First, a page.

One metabolite was manually confirmed in WP1449Imidazoquinolin. Interestingly, the Label was visually “connected” with “(anti-viral compounds)” which have a ChEBI identifier and could be converted to a DataNode of type Metabolite too:

metabolitesHuman1

Most work, however, needs to be done in the Tryptophan metabolism pathway (WP465); many metabolites are not properly made machine readable.

Conclusion:

Human pathways also include metabolites encoded in GPML <Label> elements, even in the curated subset.

EW4: Finding nodes in Anopheles gambiae pathways with IUPAC names

Hypothesis: Anopheles gambiae pathways in WikiPathways have DataNode’s with labels containing IUPAC names which can be tagged as type Metabolite.

Start date: 2014-08-24 End date: 2014-08-24

Description: WikiPathways entries in GPML have DataNode objects and Label objects. It was found before [no published] that metabolites can be encoded in pathways is Label objects and therefore not machine-readable as Metabolite-type DataNode and unable to have a database identifier. As such, these metabolites are unusable for pathway analysis of metabolomics data.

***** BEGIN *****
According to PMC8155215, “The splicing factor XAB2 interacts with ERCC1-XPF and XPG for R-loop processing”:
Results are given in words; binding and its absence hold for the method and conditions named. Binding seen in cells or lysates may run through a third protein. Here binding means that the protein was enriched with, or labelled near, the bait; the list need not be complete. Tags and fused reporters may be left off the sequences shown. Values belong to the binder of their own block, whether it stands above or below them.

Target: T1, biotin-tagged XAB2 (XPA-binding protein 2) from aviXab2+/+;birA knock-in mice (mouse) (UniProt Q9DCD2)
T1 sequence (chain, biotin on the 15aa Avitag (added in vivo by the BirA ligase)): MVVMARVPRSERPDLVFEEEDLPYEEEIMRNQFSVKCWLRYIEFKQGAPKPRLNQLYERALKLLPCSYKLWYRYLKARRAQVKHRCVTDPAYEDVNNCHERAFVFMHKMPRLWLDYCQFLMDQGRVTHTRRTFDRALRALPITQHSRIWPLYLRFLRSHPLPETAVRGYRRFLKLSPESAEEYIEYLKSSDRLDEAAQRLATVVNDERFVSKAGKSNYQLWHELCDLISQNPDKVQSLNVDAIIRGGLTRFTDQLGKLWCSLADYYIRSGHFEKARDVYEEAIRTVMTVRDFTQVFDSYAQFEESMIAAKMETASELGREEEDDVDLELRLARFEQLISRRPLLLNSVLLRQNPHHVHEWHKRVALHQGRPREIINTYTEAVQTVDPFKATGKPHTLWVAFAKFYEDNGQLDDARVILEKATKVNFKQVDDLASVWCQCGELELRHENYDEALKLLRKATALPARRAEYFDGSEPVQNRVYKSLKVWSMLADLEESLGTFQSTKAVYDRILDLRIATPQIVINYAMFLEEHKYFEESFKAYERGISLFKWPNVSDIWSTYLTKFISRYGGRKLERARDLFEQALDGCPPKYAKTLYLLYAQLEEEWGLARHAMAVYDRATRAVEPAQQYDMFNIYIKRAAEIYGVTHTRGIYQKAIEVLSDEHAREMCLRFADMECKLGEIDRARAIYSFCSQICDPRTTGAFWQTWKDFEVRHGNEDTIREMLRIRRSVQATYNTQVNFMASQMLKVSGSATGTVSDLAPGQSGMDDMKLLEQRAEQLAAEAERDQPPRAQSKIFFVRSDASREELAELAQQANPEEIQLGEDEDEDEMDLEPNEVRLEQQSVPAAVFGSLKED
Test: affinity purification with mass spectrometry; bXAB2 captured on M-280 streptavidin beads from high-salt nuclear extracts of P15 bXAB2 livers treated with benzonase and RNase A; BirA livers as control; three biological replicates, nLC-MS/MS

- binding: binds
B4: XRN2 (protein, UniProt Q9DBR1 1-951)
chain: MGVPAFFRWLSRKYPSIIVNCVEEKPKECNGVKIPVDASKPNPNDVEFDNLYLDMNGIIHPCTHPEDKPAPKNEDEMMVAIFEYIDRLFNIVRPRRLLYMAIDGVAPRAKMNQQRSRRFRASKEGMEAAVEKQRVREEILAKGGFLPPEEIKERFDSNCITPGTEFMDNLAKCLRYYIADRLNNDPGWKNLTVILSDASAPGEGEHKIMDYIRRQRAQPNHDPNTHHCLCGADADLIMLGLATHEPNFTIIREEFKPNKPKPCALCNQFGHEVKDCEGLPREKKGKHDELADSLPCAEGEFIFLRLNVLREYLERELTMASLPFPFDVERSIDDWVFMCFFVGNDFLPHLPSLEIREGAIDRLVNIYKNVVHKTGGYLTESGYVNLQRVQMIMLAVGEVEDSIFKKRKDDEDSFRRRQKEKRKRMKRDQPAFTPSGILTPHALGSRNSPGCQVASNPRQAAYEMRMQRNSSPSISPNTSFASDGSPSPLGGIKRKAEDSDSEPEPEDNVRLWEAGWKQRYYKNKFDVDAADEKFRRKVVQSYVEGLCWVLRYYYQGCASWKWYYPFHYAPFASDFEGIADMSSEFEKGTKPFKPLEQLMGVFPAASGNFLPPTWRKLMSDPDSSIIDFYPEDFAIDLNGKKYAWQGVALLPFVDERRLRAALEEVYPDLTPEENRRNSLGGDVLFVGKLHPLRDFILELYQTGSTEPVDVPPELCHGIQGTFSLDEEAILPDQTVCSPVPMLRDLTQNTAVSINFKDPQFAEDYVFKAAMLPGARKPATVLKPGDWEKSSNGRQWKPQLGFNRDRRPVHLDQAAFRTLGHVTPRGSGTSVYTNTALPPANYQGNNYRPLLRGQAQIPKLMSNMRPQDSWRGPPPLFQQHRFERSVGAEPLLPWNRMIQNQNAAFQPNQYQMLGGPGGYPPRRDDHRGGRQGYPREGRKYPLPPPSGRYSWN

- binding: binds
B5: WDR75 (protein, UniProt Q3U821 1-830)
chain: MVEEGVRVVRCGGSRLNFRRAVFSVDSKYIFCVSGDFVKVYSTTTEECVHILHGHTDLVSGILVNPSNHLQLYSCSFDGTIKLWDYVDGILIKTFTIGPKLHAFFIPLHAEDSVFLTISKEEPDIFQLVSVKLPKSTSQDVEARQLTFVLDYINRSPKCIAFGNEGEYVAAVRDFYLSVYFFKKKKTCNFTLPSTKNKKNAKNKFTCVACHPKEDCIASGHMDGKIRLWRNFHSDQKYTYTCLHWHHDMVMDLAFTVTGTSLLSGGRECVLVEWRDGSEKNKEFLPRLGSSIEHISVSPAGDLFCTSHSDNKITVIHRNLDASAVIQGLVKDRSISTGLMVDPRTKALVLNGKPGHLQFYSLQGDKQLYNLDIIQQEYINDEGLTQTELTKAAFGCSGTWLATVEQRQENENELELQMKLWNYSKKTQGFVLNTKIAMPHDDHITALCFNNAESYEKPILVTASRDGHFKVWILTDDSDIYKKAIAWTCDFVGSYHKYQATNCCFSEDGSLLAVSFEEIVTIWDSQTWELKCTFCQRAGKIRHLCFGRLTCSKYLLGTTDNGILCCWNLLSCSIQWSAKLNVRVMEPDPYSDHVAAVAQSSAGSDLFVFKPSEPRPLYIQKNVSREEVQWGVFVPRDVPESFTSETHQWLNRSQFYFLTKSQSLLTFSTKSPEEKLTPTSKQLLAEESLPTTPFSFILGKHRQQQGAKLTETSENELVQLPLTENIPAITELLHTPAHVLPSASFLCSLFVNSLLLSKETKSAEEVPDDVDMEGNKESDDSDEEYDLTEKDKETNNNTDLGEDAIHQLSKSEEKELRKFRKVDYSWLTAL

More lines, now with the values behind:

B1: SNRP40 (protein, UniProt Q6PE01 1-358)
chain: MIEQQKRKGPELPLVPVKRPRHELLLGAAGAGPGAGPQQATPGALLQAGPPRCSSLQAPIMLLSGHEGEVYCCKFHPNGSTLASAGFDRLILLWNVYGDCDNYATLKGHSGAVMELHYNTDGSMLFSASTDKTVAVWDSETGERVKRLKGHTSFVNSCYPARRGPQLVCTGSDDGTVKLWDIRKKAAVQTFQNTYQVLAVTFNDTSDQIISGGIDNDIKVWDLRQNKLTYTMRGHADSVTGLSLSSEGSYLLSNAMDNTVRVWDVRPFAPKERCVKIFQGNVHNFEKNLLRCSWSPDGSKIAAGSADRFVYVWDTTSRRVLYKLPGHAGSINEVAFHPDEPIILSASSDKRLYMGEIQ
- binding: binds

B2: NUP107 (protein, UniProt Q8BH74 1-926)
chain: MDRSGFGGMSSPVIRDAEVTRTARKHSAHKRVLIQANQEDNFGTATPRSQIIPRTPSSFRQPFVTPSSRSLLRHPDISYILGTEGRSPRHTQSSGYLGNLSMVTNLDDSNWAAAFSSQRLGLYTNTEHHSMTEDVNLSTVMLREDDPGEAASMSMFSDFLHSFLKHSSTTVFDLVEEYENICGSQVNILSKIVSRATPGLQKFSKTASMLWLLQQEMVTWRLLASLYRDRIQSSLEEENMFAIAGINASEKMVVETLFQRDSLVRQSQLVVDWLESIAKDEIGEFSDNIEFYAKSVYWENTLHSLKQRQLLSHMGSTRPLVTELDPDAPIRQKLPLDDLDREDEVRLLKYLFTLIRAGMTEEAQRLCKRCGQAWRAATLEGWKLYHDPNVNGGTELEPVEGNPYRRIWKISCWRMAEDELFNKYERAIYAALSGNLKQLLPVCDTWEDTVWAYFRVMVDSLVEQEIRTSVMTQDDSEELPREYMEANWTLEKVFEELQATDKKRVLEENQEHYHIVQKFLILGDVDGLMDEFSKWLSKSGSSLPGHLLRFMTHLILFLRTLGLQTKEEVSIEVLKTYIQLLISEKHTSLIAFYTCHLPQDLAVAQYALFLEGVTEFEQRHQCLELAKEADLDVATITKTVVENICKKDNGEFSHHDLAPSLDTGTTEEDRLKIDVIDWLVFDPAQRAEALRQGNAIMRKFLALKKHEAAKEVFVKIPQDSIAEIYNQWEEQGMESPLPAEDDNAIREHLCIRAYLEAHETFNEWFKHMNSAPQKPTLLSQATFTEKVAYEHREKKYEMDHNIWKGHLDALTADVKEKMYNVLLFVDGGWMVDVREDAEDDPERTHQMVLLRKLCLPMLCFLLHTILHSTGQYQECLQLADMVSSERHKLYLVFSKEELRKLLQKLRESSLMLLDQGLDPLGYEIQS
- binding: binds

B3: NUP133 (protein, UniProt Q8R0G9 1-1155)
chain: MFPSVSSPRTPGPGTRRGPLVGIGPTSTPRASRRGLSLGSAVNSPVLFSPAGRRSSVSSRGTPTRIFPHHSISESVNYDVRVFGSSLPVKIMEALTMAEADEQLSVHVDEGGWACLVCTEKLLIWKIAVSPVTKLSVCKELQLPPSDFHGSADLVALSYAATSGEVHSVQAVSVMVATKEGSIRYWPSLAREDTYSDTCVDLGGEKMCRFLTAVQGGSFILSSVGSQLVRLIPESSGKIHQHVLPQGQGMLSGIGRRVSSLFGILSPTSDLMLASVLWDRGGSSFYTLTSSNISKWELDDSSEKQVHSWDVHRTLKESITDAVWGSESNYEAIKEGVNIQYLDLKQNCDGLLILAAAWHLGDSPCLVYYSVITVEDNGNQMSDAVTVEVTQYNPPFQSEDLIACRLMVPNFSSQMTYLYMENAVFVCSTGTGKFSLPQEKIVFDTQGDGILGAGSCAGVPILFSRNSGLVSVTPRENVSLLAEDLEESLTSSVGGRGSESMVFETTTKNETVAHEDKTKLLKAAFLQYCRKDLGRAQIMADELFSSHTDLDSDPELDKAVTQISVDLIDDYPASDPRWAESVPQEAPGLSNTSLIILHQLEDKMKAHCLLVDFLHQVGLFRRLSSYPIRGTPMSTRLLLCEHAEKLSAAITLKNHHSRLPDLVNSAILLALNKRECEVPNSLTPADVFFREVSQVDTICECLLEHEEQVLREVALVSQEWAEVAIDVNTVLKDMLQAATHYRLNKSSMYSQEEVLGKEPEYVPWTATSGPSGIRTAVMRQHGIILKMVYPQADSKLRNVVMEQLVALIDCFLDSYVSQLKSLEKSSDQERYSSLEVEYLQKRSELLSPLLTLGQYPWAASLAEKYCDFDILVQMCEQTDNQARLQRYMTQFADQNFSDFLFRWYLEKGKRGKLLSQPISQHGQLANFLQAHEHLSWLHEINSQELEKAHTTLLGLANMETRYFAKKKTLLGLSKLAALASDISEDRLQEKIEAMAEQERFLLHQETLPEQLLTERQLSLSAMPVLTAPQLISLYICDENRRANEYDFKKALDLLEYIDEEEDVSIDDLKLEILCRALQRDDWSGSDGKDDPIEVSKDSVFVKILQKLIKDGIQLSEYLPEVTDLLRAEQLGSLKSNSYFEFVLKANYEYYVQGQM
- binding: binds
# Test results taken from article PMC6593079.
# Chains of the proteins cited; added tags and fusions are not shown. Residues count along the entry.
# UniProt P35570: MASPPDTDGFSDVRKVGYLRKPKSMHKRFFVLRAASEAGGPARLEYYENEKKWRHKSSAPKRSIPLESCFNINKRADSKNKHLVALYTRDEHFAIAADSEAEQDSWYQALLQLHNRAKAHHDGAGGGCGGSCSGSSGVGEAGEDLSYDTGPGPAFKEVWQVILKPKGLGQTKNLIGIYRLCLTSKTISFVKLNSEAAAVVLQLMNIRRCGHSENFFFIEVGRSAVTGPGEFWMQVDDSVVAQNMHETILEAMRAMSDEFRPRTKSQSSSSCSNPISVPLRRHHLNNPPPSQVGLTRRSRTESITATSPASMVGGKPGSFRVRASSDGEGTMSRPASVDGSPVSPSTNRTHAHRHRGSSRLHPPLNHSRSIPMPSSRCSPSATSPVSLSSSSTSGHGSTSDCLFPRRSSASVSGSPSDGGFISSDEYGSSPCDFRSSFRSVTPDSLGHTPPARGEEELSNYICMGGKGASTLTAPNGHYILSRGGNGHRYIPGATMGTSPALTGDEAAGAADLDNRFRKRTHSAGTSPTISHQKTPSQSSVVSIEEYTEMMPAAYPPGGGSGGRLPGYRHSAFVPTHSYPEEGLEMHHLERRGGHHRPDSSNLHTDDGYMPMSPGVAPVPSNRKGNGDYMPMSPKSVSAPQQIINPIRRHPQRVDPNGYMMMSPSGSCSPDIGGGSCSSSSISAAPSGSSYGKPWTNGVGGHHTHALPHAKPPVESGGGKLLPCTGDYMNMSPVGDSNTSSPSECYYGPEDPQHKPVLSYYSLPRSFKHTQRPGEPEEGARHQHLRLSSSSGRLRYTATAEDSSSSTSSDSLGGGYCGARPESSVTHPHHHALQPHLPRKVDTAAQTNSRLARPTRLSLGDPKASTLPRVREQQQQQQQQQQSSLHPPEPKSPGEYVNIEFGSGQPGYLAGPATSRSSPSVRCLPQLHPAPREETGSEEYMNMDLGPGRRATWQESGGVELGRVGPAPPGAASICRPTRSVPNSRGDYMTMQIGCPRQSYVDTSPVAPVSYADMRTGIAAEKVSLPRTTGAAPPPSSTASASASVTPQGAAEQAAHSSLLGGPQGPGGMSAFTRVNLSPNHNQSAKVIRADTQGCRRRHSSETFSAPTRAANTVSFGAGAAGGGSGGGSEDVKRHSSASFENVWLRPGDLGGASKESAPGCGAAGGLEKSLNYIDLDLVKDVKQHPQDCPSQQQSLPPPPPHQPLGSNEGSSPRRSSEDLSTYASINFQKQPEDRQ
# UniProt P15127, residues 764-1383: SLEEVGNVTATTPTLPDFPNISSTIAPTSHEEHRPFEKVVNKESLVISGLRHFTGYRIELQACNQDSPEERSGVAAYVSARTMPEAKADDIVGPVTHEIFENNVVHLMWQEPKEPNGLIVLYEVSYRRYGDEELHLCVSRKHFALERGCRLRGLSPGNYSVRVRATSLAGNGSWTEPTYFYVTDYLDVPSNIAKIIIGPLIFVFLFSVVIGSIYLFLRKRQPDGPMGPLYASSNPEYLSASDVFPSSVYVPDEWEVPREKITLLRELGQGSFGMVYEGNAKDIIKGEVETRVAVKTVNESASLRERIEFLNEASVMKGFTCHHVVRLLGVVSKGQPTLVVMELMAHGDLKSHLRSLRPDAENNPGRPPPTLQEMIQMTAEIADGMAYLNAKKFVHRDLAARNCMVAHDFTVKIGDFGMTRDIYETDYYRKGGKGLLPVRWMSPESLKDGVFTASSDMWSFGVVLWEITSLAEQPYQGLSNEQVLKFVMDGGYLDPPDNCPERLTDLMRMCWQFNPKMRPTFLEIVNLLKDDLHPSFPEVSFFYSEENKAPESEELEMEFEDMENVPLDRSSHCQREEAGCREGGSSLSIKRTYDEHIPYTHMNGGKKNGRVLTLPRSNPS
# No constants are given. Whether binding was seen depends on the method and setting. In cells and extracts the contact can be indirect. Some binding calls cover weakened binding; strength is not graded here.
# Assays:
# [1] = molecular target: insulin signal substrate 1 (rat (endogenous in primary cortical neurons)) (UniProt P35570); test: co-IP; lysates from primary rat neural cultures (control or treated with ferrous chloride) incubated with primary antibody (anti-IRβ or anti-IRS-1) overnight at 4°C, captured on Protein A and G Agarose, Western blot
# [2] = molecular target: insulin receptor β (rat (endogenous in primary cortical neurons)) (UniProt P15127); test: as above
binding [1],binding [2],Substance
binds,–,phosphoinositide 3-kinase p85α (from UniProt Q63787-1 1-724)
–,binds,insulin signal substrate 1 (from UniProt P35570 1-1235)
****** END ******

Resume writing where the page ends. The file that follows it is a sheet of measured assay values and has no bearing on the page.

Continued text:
By processing these GPML files (they are XML-based) and iterating over all Label’s we can attempt to convert this label into chemical structure with OPSIN. This goes under the assumption that if OPSIN can parse the label into a structure, it is one. This label will be recorded along with the pathway identifier for manual inspection. For each structure it will also look up a ChemSpider identifier.

Methods

  • Download the GPML files from WikiPathways
  • Get a working Bioclipse development version (hard) with the OPSIN, InChI, and ChemSpider extensions
  • A Groovy script to iterate over the GPML, find <Label> elements
  • Each <Label> is parsed with OPSIN and if successful, generate an InChI